Facebook revealed plans on Tuesday to launch a cryptocurrency called Libra, the latest development in its effort to expand beyond social networking and move into e-commerce and global payments.
Facebook has linked with 28 partners in a Geneva-based entity called the Libra Association, which will govern its new digital coin set to launch in the first half of 2020, according to marketing materials and interviews with executives.
Facebook has also created a subsidiary called Calibra, which will offer digital wallets to save, send and spend Libras. Calibra will be connected to Facebook's messaging platforms Messenger and WhatsApp, which already boast more than a billion users.
The Menlo Park, California-based company has big aspirations for Libra, but consumer privacy concerns or regulatory barriers may present significant hurdles.
Facebook hopes it will not only power transactions between established consumers and businesses around the globe, but offer unbanked consumers access to financial services for the first time.
The name "Libra" was inspired by Roman weight measurements, the astrological sign for justice and the French word for freedom, said David Marcus, a former PayPal executive who heads the project for Facebook.
"Freedom, justice and money, which is exactly what we're trying to do here," he said.
Facebook also appears to be betting it can squeeze revenue out of its messaging services through transactions and payments, something that is already happening on Chinese social apps like WeChat.
The Libra announcement comes as Facebook is grappling with public backlash due to a series of scandals, and may face opposition from privacy advocates, consumer groups, regulators and lawmakers.
Some Facebook adversaries have called for the company to incur penalties, or be forcibly broken up, for mishandling user data, allowing troubling material to appear on its site and not preventing Russian interference in the 2016 presidential election through a social media disinformation campaign.
It is not clear how lawmakers or regulators will react to Facebook making a push into financial services through the largely unregulated world of cryptocurrency.
In recent years, cryptocurrency investors have lost hundreds of millions of dollars through hacks, and the market has been plagued by accusations of money-laundering, illegal drug sales and terrorist financing.
Facebook has engaged with regulators in the United States and abroad about the planned cryptocurrency, company executives said. They would not specify which regulators or whether the company has applied for financial licenses anywhere.
Facebook hopes it can bring global regulators to the table by publicising Libra, said Kevin Weil, who runs product for the initiative.
"It gives us a basis to go and have productive conversations with regulators around the world," said Weil. "We're eager to do that."
Bitcoin, the most well-known cryptocurrency, was created in 2008 as a way for pseudonymous users to transfer value online through encrypted digital ledgers. Early developers believed that the world needed an alternative to traditional currencies, which are controlled by governments and by central banks.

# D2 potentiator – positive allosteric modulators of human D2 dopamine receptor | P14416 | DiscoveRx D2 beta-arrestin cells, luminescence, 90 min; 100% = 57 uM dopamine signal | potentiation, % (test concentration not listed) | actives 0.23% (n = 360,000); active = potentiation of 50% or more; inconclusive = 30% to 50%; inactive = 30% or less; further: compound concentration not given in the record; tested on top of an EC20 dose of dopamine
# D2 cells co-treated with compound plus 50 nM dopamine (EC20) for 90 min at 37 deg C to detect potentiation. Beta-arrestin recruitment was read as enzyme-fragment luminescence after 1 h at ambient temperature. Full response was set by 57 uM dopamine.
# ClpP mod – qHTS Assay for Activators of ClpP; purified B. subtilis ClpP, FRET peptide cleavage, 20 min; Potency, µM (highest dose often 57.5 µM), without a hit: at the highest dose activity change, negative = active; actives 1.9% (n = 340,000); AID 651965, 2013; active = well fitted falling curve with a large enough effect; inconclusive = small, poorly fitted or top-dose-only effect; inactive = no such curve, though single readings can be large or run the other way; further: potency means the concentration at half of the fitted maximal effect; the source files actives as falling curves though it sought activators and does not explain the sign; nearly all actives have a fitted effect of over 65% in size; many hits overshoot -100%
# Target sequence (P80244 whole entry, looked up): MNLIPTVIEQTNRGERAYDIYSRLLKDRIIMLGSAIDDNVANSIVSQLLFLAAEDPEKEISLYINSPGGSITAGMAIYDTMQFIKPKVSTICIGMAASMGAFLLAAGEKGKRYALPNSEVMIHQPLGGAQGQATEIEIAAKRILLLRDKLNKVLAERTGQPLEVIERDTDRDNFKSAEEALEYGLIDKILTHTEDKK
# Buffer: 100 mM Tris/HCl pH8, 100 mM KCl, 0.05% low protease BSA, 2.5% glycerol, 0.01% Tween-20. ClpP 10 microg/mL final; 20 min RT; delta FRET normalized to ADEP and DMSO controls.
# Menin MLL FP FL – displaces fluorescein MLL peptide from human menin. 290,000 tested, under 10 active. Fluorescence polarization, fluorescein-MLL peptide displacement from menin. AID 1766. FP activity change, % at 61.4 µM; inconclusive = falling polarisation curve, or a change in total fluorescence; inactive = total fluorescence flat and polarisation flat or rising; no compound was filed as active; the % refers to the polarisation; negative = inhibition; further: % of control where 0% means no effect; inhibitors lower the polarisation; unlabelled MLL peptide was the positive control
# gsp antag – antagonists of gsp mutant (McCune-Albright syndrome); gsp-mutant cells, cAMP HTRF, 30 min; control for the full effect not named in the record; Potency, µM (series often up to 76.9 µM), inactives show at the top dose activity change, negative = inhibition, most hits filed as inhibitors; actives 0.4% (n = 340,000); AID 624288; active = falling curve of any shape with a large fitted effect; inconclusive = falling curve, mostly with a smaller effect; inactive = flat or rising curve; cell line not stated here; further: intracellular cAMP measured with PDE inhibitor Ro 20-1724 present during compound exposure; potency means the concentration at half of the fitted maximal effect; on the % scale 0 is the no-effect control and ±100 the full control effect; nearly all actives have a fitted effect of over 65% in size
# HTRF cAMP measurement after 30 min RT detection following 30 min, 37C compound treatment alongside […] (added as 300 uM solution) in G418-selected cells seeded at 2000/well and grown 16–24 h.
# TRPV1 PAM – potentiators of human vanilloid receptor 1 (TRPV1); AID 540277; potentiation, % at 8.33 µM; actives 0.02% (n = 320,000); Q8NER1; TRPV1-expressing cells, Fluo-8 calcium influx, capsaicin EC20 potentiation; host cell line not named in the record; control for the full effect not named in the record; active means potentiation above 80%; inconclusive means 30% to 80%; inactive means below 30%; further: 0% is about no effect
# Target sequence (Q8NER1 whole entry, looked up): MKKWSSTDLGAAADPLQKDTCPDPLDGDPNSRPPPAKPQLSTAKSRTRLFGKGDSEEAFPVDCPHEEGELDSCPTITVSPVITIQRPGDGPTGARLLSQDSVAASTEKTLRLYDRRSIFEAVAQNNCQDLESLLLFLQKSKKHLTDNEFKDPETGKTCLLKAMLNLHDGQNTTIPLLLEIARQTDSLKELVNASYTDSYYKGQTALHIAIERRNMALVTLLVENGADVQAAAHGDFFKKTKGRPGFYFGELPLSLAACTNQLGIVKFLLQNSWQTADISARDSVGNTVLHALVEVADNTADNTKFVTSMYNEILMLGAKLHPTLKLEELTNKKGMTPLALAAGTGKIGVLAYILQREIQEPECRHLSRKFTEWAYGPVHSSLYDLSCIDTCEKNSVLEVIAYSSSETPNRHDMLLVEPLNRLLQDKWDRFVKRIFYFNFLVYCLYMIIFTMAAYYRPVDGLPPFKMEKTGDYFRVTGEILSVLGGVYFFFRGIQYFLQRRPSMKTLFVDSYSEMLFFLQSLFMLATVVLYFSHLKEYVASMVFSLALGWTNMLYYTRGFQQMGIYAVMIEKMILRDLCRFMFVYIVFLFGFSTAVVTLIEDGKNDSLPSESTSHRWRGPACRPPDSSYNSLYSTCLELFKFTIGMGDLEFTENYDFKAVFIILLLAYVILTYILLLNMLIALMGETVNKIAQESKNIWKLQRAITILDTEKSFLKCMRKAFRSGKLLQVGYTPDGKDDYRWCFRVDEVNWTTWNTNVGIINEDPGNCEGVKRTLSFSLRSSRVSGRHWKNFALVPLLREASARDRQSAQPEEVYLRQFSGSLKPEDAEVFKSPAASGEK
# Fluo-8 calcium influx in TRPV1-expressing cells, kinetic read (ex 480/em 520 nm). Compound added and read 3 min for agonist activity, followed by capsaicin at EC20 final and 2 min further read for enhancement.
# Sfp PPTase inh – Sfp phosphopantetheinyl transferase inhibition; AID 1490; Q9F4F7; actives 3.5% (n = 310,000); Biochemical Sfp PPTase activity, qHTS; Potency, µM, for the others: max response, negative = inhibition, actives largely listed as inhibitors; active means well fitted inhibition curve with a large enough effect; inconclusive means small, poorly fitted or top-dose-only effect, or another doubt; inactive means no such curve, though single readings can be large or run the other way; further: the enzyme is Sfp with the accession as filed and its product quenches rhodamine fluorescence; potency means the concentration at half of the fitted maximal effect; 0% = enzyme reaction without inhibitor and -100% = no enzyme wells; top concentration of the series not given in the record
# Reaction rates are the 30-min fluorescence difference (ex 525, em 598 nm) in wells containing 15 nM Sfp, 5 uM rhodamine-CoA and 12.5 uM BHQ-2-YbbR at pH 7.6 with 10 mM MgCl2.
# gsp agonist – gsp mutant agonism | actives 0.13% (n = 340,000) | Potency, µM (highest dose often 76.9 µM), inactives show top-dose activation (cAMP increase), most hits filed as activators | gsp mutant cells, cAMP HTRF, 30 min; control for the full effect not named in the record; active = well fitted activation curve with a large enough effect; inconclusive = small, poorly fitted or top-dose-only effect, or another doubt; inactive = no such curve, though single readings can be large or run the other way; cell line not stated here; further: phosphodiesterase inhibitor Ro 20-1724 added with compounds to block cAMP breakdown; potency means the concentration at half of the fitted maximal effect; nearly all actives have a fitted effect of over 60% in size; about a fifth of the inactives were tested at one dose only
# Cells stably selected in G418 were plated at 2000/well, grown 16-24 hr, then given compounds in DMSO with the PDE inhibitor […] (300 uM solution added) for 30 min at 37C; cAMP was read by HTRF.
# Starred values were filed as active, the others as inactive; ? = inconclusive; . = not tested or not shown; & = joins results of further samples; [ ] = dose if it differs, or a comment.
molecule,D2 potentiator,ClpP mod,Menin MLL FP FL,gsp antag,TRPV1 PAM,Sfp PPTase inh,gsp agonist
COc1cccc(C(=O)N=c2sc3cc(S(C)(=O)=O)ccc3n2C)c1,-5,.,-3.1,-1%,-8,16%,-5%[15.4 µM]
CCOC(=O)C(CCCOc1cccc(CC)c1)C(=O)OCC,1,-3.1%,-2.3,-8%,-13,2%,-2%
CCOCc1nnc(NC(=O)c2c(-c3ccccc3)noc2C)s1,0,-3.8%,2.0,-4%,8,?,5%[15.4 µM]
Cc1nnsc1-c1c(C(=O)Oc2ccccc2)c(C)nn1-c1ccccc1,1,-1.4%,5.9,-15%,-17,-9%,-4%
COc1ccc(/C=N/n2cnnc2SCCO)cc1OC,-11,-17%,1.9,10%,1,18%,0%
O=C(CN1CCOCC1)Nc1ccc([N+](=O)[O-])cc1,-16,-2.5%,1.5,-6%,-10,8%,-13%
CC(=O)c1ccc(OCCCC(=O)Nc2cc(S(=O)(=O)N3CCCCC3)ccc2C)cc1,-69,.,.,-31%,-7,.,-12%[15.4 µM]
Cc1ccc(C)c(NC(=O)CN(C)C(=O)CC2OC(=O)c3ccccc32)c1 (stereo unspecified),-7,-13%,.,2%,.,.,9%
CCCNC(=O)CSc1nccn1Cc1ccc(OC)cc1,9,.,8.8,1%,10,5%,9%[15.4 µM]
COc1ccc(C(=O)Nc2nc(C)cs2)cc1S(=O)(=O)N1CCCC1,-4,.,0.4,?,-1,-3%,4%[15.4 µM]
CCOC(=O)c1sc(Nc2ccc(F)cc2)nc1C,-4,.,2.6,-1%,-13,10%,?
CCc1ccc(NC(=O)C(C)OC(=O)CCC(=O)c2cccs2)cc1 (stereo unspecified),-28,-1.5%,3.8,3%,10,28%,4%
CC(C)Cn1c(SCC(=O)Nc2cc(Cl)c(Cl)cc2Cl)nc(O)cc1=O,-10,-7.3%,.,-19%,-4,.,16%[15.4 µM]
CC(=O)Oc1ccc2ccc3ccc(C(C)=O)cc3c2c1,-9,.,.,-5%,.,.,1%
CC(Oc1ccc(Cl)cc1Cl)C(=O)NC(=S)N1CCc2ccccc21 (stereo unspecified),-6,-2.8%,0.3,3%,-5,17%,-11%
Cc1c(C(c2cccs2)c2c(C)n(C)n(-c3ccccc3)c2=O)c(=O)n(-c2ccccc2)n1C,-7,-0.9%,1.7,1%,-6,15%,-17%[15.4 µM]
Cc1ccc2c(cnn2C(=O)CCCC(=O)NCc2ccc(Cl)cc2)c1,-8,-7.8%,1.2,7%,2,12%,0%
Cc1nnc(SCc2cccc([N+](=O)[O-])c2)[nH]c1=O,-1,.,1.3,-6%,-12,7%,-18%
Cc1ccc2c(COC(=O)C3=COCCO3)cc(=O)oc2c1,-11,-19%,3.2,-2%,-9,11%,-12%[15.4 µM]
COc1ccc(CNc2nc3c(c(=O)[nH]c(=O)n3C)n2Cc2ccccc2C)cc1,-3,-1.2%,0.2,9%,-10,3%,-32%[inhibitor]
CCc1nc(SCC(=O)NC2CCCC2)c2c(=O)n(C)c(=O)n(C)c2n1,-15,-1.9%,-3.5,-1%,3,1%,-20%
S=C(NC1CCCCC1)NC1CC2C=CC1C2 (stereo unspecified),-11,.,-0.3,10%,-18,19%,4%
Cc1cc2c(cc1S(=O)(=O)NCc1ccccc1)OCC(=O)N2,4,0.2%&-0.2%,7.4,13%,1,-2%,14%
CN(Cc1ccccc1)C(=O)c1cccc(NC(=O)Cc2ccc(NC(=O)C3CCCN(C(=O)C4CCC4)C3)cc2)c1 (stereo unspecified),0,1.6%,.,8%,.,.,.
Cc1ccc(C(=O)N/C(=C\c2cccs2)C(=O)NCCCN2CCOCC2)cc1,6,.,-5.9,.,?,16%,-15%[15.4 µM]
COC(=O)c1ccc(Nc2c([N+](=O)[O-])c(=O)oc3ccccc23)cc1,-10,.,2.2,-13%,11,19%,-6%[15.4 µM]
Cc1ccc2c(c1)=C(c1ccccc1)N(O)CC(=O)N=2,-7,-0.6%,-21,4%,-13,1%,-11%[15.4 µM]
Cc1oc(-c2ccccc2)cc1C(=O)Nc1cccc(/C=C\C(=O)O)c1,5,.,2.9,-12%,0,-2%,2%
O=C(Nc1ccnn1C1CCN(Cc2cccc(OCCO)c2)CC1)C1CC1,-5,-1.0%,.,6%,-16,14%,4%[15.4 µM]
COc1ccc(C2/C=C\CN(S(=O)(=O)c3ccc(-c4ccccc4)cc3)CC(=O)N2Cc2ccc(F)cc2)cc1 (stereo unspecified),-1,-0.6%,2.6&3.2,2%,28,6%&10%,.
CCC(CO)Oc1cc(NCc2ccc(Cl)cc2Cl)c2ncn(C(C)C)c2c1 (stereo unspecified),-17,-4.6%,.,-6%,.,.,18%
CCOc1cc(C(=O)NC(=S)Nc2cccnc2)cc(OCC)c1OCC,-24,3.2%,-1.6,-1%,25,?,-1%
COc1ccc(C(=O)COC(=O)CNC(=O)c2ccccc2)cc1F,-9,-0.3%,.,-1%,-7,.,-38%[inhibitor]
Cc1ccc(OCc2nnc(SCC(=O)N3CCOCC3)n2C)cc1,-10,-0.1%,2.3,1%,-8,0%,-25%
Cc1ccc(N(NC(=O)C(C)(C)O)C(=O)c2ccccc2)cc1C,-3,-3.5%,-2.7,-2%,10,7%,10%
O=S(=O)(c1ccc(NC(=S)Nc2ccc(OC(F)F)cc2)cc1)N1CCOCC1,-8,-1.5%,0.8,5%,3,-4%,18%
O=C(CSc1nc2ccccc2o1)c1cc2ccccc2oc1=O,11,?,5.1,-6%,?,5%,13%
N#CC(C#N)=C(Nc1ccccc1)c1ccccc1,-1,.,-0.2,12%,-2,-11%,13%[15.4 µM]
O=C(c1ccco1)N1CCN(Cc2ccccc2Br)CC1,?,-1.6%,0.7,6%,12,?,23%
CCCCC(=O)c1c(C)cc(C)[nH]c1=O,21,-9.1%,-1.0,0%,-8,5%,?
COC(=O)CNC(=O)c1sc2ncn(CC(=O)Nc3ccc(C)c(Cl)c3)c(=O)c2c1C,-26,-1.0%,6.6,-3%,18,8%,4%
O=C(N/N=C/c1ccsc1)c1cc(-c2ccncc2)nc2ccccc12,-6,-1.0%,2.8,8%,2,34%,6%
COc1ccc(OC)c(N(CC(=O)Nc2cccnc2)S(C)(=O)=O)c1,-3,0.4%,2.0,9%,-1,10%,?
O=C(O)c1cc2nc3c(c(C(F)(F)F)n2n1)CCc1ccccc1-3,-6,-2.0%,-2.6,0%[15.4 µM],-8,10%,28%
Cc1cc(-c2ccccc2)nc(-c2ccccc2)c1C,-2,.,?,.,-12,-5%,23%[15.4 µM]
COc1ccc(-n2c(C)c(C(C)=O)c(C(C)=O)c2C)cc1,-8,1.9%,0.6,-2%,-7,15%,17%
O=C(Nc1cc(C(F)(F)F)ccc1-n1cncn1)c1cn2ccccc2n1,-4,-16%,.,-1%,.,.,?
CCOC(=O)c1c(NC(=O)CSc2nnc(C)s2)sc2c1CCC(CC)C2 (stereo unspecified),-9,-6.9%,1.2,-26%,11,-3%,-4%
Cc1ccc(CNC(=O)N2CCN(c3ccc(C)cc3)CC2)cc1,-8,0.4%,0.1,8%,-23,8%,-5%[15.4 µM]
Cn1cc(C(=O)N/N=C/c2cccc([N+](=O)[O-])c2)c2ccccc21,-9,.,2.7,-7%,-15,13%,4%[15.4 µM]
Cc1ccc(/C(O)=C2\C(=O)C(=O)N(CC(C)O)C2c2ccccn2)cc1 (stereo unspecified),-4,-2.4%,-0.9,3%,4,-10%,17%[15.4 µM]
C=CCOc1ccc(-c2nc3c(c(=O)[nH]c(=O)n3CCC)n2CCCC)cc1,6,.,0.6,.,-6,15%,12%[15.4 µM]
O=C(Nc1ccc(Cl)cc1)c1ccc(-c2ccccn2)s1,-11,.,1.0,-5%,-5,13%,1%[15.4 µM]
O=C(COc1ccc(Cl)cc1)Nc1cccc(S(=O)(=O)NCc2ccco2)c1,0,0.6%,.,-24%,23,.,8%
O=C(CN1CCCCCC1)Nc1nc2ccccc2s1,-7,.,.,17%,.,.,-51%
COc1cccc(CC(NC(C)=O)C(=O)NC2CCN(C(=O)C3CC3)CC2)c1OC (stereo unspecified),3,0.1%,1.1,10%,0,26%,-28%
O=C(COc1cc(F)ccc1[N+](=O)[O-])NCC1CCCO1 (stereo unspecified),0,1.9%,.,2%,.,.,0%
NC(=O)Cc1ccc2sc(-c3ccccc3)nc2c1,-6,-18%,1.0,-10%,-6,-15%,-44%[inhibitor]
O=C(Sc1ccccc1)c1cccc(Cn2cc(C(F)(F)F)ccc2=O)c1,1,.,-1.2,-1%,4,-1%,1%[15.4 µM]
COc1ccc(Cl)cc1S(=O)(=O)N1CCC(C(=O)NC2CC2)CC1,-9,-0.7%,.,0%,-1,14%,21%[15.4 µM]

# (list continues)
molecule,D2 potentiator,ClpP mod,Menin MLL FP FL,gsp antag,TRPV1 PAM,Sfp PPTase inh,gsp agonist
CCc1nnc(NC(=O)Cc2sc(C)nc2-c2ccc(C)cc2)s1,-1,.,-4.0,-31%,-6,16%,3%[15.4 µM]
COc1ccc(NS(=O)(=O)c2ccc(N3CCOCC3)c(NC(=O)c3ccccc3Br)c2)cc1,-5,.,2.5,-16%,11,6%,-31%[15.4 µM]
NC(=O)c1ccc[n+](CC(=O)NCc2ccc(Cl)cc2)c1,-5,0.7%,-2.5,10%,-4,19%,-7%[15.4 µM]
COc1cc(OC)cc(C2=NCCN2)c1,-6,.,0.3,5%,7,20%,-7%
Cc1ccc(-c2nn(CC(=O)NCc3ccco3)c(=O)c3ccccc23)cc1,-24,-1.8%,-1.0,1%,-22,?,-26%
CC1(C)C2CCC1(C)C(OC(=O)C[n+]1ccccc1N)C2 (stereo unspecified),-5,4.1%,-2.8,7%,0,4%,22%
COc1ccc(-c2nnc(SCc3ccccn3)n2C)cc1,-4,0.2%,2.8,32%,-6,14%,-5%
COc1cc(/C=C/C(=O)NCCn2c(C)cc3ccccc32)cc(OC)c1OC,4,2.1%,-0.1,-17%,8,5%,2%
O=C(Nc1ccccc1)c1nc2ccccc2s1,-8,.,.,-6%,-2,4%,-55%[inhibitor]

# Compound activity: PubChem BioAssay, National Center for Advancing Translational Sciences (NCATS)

Since then, thousands of Bitcoin alternatives have launched, and Facebook is just one of dozens of blue-chip companies dabbling with the underlying technology. But its status as a Silicon Valley behemoth that touches billions of people around the world has created significant buzz around Libra's potential.
Partners in the project include household names like Mastercard, Visa, Spotify Technology SA, PayPal Holdings, eBay, Uber Technologies, and Vodafone Group, as well as venture capital firms like Andreessen Horowitz.
They hope to have 100 members by Libra's launch during the first half of 2020. Each member gets one vote on substantial decisions regarding the cryptocurrency network and firms must invest at least $10 million to join. Facebook does not plan to maintain a leadership role after 2019.
Though there are no banks among the inaugural members, there have been discussions with a number of lenders about joining, said Jorn Lambert, executive vice president for digital solutions at Mastercard. They are waiting to see how regulators and consumers respond to the project before deciding whether to join, he said.
The Libra Association plans to raise money through a private placement in the coming months, according to a statement from the association.
Privacy, regulatory concerns
Although Libra-backers who spoke to Reuters or provided materials are hopeful about its prospects, some expressed awareness that consumer privacy concerns or regulatory barriers may prevent the project from succeeding.
Calibra will conduct compliance checks on customers who want to use Libra, using verification and anti-fraud processes that are common among banks, Facebook said.
The subsidiary will only share customer data with Facebook or external parties if it has consent, or in "limited cases" where it is necessary, Facebook said. That could include for law enforcement, public safety or general system functionality.
Transactions will cost individuals less than merchants, Facebook said, though executives declined to provide specifics. Each Libra will be backed by a basket of government-backed assets.
The company plans to refund customers who lose money because of fraud, Facebook said.
Sri Shivananda, Paypal's chief technology officer said in an interview that the project is still in its "very, very early days," and there were conversations in progress with regulators.
Mastercard's Lambert characterised Libra similarly, noting much needed to happen before the launch.
If the project receives too much regulatory pushback, he said, "we might not launch."
© Thomson Reuters 2019